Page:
God and Time: Essays on the Divine Nature

God and Time: Essays on the Divine Nature

God and Time: Essays on the Divine Nature

God and Time: Essays on the Divine Nature


Throughout the history of philosophical theology, scholars have reflected on the relationship between God and time. In the Western religious tradition, God has been thought to be eternal, in the sense that God is outside time. But many thinkers today hold that while God is everlasting, in that there was no beginning to God's existence nor will he ever cease existing, God exists within Time. In God and Time, Gregory E. Ganssle and David Woodruff have brought together 12 previously unpublished essays from leading philosophers on God's relation to time. Including work from today's most prominent thinkers in this fascinating field, God and Time represents the current state of the discussion between those who believe God to be atemporal (experiencing everything in the "eternal now") and those who believe God to be temporal (experiencing events sequentially, somewhat as we do). This collection highlights such issues as how the nature of time is relevant to the question of whether God is temporal and how God's other attributes are compatible with his mode of temporal being. By focusing on the metaphysical aspects of time and temporal existence, God and Time makes a unique contribution to the current resurgence of interest in philosophical theology in the analytic tradition.


Consider the most obvious question of all about the initial state of the universe:Why is there an initial state at all? Why, for example, is there something rather than nothing?

—Lawrence Sklar, Physics and Chance

Explanatory Atheism and Theism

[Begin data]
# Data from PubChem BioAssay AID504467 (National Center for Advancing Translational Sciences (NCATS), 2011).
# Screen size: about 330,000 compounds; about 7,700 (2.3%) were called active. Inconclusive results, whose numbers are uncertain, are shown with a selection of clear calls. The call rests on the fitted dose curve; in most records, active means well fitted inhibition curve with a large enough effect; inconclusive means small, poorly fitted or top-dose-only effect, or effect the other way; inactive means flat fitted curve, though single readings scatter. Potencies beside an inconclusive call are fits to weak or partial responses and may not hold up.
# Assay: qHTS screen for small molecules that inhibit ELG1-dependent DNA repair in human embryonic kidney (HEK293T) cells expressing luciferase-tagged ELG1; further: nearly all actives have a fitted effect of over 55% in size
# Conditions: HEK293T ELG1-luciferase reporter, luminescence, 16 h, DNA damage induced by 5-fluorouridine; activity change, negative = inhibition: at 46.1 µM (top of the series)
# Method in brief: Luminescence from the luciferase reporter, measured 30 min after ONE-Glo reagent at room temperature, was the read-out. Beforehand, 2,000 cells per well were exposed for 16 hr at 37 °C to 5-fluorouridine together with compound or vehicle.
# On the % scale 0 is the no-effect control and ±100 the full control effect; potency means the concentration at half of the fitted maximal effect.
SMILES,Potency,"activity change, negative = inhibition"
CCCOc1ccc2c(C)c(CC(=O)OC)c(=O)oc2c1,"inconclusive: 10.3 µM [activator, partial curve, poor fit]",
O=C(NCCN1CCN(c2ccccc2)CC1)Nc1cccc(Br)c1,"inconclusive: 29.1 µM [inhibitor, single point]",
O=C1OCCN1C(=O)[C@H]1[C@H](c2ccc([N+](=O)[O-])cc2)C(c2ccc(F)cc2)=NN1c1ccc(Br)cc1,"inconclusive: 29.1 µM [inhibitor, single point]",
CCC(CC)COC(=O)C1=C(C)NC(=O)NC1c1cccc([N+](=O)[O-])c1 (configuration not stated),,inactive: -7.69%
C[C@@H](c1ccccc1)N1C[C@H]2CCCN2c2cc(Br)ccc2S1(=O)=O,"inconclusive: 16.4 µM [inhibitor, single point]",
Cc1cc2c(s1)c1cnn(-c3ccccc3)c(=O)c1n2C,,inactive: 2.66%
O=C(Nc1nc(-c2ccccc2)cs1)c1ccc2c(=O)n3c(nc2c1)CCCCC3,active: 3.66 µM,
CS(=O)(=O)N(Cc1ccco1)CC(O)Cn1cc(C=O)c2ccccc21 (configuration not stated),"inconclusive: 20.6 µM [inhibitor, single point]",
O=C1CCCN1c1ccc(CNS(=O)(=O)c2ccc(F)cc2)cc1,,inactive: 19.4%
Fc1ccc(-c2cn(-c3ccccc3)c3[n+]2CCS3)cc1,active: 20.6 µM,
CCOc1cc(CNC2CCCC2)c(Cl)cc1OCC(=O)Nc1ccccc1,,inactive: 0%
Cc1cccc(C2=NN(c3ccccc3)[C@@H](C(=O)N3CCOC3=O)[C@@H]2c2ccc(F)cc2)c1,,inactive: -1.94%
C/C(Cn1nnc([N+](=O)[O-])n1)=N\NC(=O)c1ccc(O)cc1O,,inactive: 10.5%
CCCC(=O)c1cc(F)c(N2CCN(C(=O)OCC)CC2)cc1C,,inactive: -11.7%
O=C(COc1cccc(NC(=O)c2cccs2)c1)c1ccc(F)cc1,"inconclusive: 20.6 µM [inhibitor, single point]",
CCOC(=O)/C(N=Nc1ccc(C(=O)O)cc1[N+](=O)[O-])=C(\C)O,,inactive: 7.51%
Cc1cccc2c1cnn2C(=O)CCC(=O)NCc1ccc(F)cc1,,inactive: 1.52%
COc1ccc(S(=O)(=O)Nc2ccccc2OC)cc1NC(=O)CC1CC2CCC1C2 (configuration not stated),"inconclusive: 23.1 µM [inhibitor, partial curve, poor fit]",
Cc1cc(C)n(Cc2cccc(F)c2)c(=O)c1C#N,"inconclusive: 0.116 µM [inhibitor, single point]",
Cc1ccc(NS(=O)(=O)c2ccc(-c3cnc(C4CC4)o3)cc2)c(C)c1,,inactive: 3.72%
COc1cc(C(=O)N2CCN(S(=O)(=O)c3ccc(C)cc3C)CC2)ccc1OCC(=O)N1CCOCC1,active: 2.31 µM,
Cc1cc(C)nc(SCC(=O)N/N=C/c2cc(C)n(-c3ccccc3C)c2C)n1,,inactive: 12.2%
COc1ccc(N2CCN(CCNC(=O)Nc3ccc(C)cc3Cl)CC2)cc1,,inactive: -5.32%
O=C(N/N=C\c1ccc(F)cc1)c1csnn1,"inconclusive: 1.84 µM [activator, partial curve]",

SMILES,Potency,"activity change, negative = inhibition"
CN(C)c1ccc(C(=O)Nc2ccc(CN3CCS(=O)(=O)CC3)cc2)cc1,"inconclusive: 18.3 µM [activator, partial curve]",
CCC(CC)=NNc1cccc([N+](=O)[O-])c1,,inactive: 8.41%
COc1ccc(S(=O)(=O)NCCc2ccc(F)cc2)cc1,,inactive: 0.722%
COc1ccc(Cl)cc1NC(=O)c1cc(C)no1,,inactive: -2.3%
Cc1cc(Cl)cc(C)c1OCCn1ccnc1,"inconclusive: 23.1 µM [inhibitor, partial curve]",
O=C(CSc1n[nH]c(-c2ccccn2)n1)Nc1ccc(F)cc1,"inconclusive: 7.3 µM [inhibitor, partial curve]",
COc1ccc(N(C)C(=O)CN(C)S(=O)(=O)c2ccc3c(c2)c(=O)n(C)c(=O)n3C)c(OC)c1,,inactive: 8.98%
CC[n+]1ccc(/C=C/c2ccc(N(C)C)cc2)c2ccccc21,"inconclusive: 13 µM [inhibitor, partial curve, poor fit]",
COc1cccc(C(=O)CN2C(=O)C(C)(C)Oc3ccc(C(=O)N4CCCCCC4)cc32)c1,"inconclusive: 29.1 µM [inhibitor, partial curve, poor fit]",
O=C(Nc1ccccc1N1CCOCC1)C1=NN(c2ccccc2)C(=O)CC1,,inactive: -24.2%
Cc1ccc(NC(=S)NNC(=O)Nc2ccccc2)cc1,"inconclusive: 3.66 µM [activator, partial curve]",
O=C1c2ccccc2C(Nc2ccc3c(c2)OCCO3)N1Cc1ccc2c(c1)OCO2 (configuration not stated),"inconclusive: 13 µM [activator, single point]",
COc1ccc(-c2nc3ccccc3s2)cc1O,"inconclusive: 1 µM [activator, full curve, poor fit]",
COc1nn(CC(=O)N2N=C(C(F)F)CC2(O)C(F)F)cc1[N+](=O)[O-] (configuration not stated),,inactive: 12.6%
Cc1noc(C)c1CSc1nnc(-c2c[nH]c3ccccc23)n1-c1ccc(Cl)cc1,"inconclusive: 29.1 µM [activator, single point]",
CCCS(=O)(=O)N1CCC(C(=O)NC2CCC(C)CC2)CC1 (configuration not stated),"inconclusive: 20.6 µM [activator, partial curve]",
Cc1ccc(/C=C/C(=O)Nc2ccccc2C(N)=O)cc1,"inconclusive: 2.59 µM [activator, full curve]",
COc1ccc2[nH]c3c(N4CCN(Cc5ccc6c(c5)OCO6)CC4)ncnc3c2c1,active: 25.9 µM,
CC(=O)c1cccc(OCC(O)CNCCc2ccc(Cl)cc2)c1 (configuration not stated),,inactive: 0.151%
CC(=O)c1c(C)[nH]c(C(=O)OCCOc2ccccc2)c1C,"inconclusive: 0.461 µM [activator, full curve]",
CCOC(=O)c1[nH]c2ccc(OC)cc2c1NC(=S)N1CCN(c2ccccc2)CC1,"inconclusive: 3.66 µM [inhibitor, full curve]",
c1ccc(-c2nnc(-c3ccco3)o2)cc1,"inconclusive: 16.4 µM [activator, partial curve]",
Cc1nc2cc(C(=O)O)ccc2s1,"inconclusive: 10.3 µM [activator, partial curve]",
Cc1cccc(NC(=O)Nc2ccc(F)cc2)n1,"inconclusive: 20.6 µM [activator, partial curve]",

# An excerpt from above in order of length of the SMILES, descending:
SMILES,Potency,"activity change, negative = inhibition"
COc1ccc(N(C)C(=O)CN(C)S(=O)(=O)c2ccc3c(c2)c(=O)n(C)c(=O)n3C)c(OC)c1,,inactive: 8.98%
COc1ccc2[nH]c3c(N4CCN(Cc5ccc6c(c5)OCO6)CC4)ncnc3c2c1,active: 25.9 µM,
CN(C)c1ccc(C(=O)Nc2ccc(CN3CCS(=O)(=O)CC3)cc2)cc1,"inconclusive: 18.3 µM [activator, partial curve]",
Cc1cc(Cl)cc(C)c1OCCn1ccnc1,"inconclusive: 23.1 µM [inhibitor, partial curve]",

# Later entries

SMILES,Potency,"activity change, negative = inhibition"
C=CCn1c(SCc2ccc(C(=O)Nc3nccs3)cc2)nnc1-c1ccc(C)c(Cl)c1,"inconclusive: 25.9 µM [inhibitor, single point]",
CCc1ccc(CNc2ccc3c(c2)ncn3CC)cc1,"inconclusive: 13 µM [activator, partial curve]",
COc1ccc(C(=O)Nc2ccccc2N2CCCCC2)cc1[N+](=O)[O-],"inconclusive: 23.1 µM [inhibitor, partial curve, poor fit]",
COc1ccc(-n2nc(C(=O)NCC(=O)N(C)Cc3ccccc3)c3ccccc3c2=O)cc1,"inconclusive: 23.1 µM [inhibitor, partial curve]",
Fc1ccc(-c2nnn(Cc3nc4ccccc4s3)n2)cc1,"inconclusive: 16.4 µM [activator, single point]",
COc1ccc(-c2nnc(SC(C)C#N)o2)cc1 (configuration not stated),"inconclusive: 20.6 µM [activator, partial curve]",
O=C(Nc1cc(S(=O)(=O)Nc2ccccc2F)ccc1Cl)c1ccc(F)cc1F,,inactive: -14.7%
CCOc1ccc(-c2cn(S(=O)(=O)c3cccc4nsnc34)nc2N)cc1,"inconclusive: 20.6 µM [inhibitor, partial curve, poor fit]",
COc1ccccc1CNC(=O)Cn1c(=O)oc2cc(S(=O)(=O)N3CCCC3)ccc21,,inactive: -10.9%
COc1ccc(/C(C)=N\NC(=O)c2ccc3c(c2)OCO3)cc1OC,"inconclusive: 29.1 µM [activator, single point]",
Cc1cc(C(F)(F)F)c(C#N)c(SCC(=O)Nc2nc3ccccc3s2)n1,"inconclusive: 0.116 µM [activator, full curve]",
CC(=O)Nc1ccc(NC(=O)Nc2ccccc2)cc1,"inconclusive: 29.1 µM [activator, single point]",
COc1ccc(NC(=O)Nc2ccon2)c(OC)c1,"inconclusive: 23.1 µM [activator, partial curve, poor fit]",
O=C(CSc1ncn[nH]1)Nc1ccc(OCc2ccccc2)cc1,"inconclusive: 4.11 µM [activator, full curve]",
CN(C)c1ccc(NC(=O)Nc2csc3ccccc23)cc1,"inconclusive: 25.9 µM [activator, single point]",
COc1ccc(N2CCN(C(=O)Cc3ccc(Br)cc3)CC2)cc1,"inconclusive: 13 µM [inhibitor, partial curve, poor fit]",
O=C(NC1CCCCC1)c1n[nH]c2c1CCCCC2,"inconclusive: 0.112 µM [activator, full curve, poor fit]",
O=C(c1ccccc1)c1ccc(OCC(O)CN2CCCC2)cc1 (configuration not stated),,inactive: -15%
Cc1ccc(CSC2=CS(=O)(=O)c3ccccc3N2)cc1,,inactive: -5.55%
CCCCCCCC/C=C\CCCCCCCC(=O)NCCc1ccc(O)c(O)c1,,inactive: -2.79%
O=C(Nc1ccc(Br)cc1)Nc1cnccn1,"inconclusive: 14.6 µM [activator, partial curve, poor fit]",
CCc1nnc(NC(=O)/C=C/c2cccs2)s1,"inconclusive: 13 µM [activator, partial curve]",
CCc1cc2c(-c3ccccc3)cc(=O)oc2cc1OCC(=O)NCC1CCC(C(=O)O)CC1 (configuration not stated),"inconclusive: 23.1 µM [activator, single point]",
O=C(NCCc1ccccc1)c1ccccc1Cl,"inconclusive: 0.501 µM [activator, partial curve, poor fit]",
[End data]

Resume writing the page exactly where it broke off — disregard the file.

Why does time exist? in the context of the “spacetime theories” of the special or general theory of relativity, this question should be more appropriately phrased as “Why does spacetime exist?” I will narrow the question further and adopt the results of contemporary general relativistic cosmology, namely, that spacetime began to exist about fifteen billion years ago. Accordingly, my question will be “Why did spacetime begin to exist?”

There are two familiar, contemporary responses to this question. the theist says that the question has an answer and that this answer is that God caused spacetime to begin to exist. the standard response of the atheist is to say that there is no answer to this question; spacetime's beginning to exist is a brute fact or has no explanation. This standard atheist response seems to give theism a prima facie theoretical superiority to atheism; theists offer a detailed explanatory hypothesis about why spacetime begins to exists, and standard atheists are content to leave spacetime's beginning to exist unexplained.

I reject standard or traditional atheism and side with theism on this issue. a theory that includes an explanatory hypothesis about some observational evidence e, such as spacetime's beginning to exist, is ceteris paribus epistemically preferable to any theory of the observational evidence e that does not include such an explanatory hypothesis. No atheist has ever provided a proof that the existence of spacetime is a brute fact and, consequently, standard atheism remains, in this respect, an unjustified hypothesis.

My agreement with theism runs deeper: I agree that there is a cause of spacetime's beginning to exist. Further, I agree with many theists that a simple being caused spacetime, where “simple” means here “has no parts. ” (Note that “simplicity” is used in many different senses and that I later use it in a different sense, a sense where “simplicity” expresses a property of hypotheses, not of concrete particulars.) I also agree . . .

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